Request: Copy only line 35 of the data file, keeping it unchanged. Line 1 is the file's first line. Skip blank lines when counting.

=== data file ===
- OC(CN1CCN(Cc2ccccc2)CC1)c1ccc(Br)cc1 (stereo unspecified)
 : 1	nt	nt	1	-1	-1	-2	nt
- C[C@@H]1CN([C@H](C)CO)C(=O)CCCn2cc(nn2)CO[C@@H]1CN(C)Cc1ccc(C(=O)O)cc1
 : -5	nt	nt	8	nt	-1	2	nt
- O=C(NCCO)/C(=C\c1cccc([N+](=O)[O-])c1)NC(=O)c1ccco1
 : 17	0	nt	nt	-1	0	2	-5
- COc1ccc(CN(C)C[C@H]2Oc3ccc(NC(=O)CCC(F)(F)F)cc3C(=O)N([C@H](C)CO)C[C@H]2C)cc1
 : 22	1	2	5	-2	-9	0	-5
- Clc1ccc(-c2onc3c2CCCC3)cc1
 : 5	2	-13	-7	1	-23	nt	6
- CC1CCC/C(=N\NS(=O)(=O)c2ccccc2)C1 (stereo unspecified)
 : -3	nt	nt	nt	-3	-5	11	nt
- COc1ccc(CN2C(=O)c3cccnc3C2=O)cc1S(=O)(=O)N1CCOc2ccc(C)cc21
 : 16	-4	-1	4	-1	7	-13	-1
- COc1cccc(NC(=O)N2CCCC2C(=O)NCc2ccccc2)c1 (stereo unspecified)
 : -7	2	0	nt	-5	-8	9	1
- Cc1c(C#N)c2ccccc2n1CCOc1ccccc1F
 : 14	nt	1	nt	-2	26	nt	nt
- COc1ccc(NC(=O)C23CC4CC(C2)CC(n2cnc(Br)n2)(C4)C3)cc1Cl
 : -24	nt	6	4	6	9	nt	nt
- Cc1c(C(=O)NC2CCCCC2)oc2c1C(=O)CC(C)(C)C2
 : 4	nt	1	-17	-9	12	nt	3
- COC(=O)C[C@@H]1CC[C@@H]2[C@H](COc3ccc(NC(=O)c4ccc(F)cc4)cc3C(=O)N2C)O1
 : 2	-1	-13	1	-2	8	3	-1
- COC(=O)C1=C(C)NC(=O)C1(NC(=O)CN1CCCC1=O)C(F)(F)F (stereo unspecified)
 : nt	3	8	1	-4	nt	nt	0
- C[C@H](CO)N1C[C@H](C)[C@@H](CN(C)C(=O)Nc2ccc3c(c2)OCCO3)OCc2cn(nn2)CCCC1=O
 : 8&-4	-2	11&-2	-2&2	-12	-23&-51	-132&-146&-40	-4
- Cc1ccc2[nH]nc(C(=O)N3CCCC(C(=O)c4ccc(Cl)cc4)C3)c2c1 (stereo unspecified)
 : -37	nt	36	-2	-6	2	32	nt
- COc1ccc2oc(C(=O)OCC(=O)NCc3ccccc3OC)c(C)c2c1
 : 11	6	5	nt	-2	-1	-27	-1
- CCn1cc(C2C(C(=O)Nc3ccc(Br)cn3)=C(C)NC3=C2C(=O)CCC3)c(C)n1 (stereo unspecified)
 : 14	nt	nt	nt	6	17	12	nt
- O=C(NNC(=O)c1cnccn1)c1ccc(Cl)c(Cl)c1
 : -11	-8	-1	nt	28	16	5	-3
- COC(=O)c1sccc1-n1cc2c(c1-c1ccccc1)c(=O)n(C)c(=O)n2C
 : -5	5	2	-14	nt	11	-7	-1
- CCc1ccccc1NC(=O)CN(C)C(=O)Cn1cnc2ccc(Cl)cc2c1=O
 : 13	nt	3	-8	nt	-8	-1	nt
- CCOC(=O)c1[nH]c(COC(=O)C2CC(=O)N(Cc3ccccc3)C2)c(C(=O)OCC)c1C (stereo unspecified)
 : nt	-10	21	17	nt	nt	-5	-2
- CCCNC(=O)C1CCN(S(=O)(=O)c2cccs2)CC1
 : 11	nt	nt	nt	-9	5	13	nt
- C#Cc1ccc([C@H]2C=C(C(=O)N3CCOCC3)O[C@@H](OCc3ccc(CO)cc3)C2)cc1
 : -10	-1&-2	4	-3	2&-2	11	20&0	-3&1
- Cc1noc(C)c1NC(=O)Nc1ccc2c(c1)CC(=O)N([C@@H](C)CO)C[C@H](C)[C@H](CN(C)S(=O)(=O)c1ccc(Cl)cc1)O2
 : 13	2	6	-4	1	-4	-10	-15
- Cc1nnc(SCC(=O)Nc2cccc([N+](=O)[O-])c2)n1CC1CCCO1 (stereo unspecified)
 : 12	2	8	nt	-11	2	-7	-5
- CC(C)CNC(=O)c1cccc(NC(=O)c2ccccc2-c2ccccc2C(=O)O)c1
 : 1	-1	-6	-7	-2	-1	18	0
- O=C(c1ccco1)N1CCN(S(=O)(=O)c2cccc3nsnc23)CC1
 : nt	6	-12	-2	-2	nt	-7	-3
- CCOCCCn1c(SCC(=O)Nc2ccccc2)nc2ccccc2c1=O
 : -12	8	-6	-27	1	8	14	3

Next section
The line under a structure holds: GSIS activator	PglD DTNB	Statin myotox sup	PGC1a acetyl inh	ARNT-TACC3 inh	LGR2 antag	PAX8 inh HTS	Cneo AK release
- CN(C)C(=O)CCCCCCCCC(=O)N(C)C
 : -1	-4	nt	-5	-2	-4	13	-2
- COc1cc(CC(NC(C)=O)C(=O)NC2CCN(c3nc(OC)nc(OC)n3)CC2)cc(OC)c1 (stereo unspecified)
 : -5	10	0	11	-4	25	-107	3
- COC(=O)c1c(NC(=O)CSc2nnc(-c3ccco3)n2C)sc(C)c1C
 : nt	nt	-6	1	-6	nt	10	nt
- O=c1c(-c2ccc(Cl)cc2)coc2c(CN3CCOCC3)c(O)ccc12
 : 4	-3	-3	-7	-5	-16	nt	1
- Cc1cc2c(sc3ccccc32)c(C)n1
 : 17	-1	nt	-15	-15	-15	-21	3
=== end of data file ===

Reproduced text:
- O=C(NNC(=O)c1cnccn1)c1ccc(Cl)c(Cl)c1